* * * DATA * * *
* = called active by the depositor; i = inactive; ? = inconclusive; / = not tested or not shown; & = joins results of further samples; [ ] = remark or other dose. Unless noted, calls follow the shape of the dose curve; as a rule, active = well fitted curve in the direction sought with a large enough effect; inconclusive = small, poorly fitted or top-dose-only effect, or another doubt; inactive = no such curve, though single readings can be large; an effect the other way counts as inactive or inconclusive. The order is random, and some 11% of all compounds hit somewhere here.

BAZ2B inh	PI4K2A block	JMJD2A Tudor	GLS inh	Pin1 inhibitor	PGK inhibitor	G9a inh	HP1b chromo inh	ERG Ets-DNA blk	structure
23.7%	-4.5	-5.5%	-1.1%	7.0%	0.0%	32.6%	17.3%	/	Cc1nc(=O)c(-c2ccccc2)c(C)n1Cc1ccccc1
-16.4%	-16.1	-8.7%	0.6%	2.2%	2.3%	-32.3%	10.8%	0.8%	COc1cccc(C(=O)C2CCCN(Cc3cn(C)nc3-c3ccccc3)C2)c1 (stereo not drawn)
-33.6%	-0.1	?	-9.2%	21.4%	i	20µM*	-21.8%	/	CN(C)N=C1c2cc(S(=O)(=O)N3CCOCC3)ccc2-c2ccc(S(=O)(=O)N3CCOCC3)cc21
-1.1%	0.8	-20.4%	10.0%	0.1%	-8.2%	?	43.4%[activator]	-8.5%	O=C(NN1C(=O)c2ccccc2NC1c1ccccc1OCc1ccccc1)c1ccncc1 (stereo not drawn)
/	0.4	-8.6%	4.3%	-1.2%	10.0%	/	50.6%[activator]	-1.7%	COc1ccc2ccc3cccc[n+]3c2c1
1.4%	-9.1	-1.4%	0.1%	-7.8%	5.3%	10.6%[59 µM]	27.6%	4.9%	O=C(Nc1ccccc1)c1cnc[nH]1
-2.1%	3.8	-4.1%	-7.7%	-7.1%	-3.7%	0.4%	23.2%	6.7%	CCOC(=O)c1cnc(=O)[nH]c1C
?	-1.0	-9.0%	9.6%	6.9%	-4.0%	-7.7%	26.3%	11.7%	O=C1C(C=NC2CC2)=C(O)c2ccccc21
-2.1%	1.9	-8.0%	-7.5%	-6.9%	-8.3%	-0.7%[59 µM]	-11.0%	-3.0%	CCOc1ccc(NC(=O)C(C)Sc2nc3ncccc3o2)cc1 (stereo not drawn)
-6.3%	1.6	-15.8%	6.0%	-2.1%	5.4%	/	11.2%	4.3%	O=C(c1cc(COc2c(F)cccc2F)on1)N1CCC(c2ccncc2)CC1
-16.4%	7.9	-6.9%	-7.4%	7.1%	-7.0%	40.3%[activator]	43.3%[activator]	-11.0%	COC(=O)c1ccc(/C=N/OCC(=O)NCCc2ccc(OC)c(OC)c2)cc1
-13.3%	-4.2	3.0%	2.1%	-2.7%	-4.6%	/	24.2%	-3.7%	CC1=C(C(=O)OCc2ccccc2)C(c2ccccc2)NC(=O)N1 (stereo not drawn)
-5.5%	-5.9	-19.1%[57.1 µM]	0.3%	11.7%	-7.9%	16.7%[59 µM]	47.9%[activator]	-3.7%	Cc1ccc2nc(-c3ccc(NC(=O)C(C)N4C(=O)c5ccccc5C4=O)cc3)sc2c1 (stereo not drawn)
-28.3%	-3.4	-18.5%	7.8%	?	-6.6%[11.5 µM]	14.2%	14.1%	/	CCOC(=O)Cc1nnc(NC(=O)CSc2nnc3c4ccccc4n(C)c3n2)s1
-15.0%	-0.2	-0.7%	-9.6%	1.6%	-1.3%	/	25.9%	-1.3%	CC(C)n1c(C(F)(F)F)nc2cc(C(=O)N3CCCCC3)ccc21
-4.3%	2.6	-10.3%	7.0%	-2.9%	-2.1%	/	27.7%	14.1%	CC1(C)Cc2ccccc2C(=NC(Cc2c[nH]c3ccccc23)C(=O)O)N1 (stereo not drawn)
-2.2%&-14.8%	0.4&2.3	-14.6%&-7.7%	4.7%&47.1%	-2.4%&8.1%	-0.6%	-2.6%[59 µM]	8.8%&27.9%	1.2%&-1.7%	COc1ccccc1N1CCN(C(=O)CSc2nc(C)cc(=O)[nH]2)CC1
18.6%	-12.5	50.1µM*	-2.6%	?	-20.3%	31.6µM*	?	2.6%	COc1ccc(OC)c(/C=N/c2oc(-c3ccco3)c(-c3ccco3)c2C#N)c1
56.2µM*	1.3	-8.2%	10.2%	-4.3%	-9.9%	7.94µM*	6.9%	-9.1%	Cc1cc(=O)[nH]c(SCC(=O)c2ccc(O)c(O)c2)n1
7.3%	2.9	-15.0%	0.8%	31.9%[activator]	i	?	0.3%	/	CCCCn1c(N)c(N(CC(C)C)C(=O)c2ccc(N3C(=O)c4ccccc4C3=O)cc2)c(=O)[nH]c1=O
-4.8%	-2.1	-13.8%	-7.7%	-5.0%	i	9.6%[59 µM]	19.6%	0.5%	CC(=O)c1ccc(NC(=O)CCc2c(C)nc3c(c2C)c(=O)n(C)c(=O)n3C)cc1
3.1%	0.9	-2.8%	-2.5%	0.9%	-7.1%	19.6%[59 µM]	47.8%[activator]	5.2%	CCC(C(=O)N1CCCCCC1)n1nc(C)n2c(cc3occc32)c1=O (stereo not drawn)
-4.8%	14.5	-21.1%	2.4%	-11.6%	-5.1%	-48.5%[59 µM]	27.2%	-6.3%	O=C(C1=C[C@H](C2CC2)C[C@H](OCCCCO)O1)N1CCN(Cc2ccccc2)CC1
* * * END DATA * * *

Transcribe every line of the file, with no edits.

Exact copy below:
* = called active by the depositor; i = inactive; ? = inconclusive; / = not tested or not shown; & = joins results of further samples; [ ] = remark or other dose. Unless noted, calls follow the shape of the dose curve; as a rule, active = well fitted curve in the direction sought with a large enough effect; inconclusive = small, poorly fitted or top-dose-only effect, or another doubt; inactive = no such curve, though single readings can be large; an effect the other way counts as inactive or inconclusive. The order is random, and some 11% of all compounds hit somewhere here.

BAZ2B inh	PI4K2A block	JMJD2A Tudor	GLS inh	Pin1 inhibitor	PGK inhibitor	G9a inh	HP1b chromo inh	ERG Ets-DNA blk	structure
23.7%	-4.5	-5.5%	-1.1%	7.0%	0.0%	32.6%	17.3%	/	Cc1nc(=O)c(-c2ccccc2)c(C)n1Cc1ccccc1
-16.4%	-16.1	-8.7%	0.6%	2.2%	2.3%	-32.3%	10.8%	0.8%	COc1cccc(C(=O)C2CCCN(Cc3cn(C)nc3-c3ccccc3)C2)c1 (stereo not drawn)
-33.6%	-0.1	?	-9.2%	21.4%	i	20µM*	-21.8%	/	CN(C)N=C1c2cc(S(=O)(=O)N3CCOCC3)ccc2-c2ccc(S(=O)(=O)N3CCOCC3)cc21
-1.1%	0.8	-20.4%	10.0%	0.1%	-8.2%	?	43.4%[activator]	-8.5%	O=C(NN1C(=O)c2ccccc2NC1c1ccccc1OCc1ccccc1)c1ccncc1 (stereo not drawn)
/	0.4	-8.6%	4.3%	-1.2%	10.0%	/	50.6%[activator]	-1.7%	COc1ccc2ccc3cccc[n+]3c2c1
1.4%	-9.1	-1.4%	0.1%	-7.8%	5.3%	10.6%[59 µM]	27.6%	4.9%	O=C(Nc1ccccc1)c1cnc[nH]1
-2.1%	3.8	-4.1%	-7.7%	-7.1%	-3.7%	0.4%	23.2%	6.7%	CCOC(=O)c1cnc(=O)[nH]c1C
?	-1.0	-9.0%	9.6%	6.9%	-4.0%	-7.7%	26.3%	11.7%	O=C1C(C=NC2CC2)=C(O)c2ccccc21
-2.1%	1.9	-8.0%	-7.5%	-6.9%	-8.3%	-0.7%[59 µM]	-11.0%	-3.0%	CCOc1ccc(NC(=O)C(C)Sc2nc3ncccc3o2)cc1 (stereo not drawn)
-6.3%	1.6	-15.8%	6.0%	-2.1%	5.4%	/	11.2%	4.3%	O=C(c1cc(COc2c(F)cccc2F)on1)N1CCC(c2ccncc2)CC1
-16.4%	7.9	-6.9%	-7.4%	7.1%	-7.0%	40.3%[activator]	43.3%[activator]	-11.0%	COC(=O)c1ccc(/C=N/OCC(=O)NCCc2ccc(OC)c(OC)c2)cc1
-13.3%	-4.2	3.0%	2.1%	-2.7%	-4.6%	/	24.2%	-3.7%	CC1=C(C(=O)OCc2ccccc2)C(c2ccccc2)NC(=O)N1 (stereo not drawn)
-5.5%	-5.9	-19.1%[57.1 µM]	0.3%	11.7%	-7.9%	16.7%[59 µM]	47.9%[activator]	-3.7%	Cc1ccc2nc(-c3ccc(NC(=O)C(C)N4C(=O)c5ccccc5C4=O)cc3)sc2c1 (stereo not drawn)
-28.3%	-3.4	-18.5%	7.8%	?	-6.6%[11.5 µM]	14.2%	14.1%	/	CCOC(=O)Cc1nnc(NC(=O)CSc2nnc3c4ccccc4n(C)c3n2)s1
-15.0%	-0.2	-0.7%	-9.6%	1.6%	-1.3%	/	25.9%	-1.3%	CC(C)n1c(C(F)(F)F)nc2cc(C(=O)N3CCCCC3)ccc21
-4.3%	2.6	-10.3%	7.0%	-2.9%	-2.1%	/	27.7%	14.1%	CC1(C)Cc2ccccc2C(=NC(Cc2c[nH]c3ccccc23)C(=O)O)N1 (stereo not drawn)
-2.2%&-14.8%	0.4&2.3	-14.6%&-7.7%	4.7%&47.1%	-2.4%&8.1%	-0.6%	-2.6%[59 µM]	8.8%&27.9%	1.2%&-1.7%	COc1ccccc1N1CCN(C(=O)CSc2nc(C)cc(=O)[nH]2)CC1
18.6%	-12.5	50.1µM*	-2.6%	?	-20.3%	31.6µM*	?	2.6%	COc1ccc(OC)c(/C=N/c2oc(-c3ccco3)c(-c3ccco3)c2C#N)c1
56.2µM*	1.3	-8.2%	10.2%	-4.3%	-9.9%	7.94µM*	6.9%	-9.1%	Cc1cc(=O)[nH]c(SCC(=O)c2ccc(O)c(O)c2)n1
7.3%	2.9	-15.0%	0.8%	31.9%[activator]	i	?	0.3%	/	CCCCn1c(N)c(N(CC(C)C)C(=O)c2ccc(N3C(=O)c4ccccc4C3=O)cc2)c(=O)[nH]c1=O
-4.8%	-2.1	-13.8%	-7.7%	-5.0%	i	9.6%[59 µM]	19.6%	0.5%	CC(=O)c1ccc(NC(=O)CCc2c(C)nc3c(c2C)c(=O)n(C)c(=O)n3C)cc1
3.1%	0.9	-2.8%	-2.5%	0.9%	-7.1%	19.6%[59 µM]	47.8%[activator]	5.2%	CCC(C(=O)N1CCCCCC1)n1nc(C)n2c(cc3occc32)c1=O (stereo not drawn)
-4.8%	14.5	-21.1%	2.4%	-11.6%	-5.1%	-48.5%[59 µM]	27.2%	-6.3%	O=C(C1=C[C@H](C2CC2)C[C@H](OCCCCO)O1)N1CCN(Cc2ccccc2)CC1